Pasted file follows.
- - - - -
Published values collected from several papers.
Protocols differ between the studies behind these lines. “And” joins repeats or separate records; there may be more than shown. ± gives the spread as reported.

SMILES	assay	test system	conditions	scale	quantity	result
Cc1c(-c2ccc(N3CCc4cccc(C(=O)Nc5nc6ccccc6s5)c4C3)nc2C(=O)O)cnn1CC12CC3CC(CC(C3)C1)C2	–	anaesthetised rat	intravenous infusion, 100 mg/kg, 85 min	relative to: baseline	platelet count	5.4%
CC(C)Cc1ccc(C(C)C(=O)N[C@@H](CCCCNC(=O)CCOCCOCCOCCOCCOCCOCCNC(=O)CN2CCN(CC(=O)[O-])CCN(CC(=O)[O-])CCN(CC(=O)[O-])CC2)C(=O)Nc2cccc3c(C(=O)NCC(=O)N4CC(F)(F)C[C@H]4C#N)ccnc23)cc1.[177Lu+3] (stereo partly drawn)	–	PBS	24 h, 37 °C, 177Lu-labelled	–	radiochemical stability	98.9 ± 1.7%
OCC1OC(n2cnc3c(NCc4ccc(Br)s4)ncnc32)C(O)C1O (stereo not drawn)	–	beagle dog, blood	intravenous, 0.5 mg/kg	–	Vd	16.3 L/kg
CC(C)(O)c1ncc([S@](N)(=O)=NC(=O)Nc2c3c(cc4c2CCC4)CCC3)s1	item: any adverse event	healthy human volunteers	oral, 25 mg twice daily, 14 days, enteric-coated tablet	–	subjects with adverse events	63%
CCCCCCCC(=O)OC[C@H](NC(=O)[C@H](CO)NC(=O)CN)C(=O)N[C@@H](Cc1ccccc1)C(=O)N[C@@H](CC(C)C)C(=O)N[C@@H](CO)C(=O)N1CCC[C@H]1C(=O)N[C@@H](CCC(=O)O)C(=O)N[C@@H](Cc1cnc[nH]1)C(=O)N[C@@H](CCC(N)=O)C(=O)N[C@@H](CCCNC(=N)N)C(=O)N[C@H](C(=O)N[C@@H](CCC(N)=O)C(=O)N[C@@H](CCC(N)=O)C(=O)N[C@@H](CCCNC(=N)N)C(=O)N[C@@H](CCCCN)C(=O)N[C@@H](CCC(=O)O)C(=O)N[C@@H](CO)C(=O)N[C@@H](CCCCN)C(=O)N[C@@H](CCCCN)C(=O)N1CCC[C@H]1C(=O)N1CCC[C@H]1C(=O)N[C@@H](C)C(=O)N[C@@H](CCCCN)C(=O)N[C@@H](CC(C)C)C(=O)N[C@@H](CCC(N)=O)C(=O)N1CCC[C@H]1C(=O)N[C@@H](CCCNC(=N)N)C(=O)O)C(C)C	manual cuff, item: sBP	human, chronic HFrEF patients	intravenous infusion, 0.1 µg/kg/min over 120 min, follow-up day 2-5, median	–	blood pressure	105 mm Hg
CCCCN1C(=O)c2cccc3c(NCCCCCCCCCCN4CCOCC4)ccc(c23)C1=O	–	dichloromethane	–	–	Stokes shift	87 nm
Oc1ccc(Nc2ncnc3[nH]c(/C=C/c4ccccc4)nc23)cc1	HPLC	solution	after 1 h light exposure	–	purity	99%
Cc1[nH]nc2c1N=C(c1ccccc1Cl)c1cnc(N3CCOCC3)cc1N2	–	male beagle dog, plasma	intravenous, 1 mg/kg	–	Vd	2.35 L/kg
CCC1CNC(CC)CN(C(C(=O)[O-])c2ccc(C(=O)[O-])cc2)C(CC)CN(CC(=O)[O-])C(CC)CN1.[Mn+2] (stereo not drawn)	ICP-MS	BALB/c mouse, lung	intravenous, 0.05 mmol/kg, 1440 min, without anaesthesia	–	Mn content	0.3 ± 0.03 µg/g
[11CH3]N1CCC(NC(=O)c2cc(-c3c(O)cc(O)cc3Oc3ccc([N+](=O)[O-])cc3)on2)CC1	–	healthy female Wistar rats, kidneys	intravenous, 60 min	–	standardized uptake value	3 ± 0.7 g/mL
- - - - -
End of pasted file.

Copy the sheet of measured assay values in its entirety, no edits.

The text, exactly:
Published values collected from several papers.
Protocols differ between the studies behind these lines. “And” joins repeats or separate records; there may be more than shown. ± gives the spread as reported.

SMILES	assay	test system	conditions	scale	quantity	result
Cc1c(-c2ccc(N3CCc4cccc(C(=O)Nc5nc6ccccc6s5)c4C3)nc2C(=O)O)cnn1CC12CC3CC(CC(C3)C1)C2	–	anaesthetised rat	intravenous infusion, 100 mg/kg, 85 min	relative to: baseline	platelet count	5.4%
CC(C)Cc1ccc(C(C)C(=O)N[C@@H](CCCCNC(=O)CCOCCOCCOCCOCCOCCOCCNC(=O)CN2CCN(CC(=O)[O-])CCN(CC(=O)[O-])CCN(CC(=O)[O-])CC2)C(=O)Nc2cccc3c(C(=O)NCC(=O)N4CC(F)(F)C[C@H]4C#N)ccnc23)cc1.[177Lu+3] (stereo partly drawn)	–	PBS	24 h, 37 °C, 177Lu-labelled	–	radiochemical stability	98.9 ± 1.7%
OCC1OC(n2cnc3c(NCc4ccc(Br)s4)ncnc32)C(O)C1O (stereo not drawn)	–	beagle dog, blood	intravenous, 0.5 mg/kg	–	Vd	16.3 L/kg
CC(C)(O)c1ncc([S@](N)(=O)=NC(=O)Nc2c3c(cc4c2CCC4)CCC3)s1	item: any adverse event	healthy human volunteers	oral, 25 mg twice daily, 14 days, enteric-coated tablet	–	subjects with adverse events	63%
CCCCCCCC(=O)OC[C@H](NC(=O)[C@H](CO)NC(=O)CN)C(=O)N[C@@H](Cc1ccccc1)C(=O)N[C@@H](CC(C)C)C(=O)N[C@@H](CO)C(=O)N1CCC[C@H]1C(=O)N[C@@H](CCC(=O)O)C(=O)N[C@@H](Cc1cnc[nH]1)C(=O)N[C@@H](CCC(N)=O)C(=O)N[C@@H](CCCNC(=N)N)C(=O)N[C@H](C(=O)N[C@@H](CCC(N)=O)C(=O)N[C@@H](CCC(N)=O)C(=O)N[C@@H](CCCNC(=N)N)C(=O)N[C@@H](CCCCN)C(=O)N[C@@H](CCC(=O)O)C(=O)N[C@@H](CO)C(=O)N[C@@H](CCCCN)C(=O)N[C@@H](CCCCN)C(=O)N1CCC[C@H]1C(=O)N1CCC[C@H]1C(=O)N[C@@H](C)C(=O)N[C@@H](CCCCN)C(=O)N[C@@H](CC(C)C)C(=O)N[C@@H](CCC(N)=O)C(=O)N1CCC[C@H]1C(=O)N[C@@H](CCCNC(=N)N)C(=O)O)C(C)C	manual cuff, item: sBP	human, chronic HFrEF patients	intravenous infusion, 0.1 µg/kg/min over 120 min, follow-up day 2-5, median	–	blood pressure	105 mm Hg
CCCCN1C(=O)c2cccc3c(NCCCCCCCCCCN4CCOCC4)ccc(c23)C1=O	–	dichloromethane	–	–	Stokes shift	87 nm
Oc1ccc(Nc2ncnc3[nH]c(/C=C/c4ccccc4)nc23)cc1	HPLC	solution	after 1 h light exposure	–	purity	99%
Cc1[nH]nc2c1N=C(c1ccccc1Cl)c1cnc(N3CCOCC3)cc1N2	–	male beagle dog, plasma	intravenous, 1 mg/kg	–	Vd	2.35 L/kg
CCC1CNC(CC)CN(C(C(=O)[O-])c2ccc(C(=O)[O-])cc2)C(CC)CN(CC(=O)[O-])C(CC)CN1.[Mn+2] (stereo not drawn)	ICP-MS	BALB/c mouse, lung	intravenous, 0.05 mmol/kg, 1440 min, without anaesthesia	–	Mn content	0.3 ± 0.03 µg/g
[11CH3]N1CCC(NC(=O)c2cc(-c3c(O)cc(O)cc3Oc3ccc([N+](=O)[O-])cc3)on2)CC1	–	healthy female Wistar rats, kidneys	intravenous, 60 min	–	standardized uptake value	3 ± 0.7 g/mL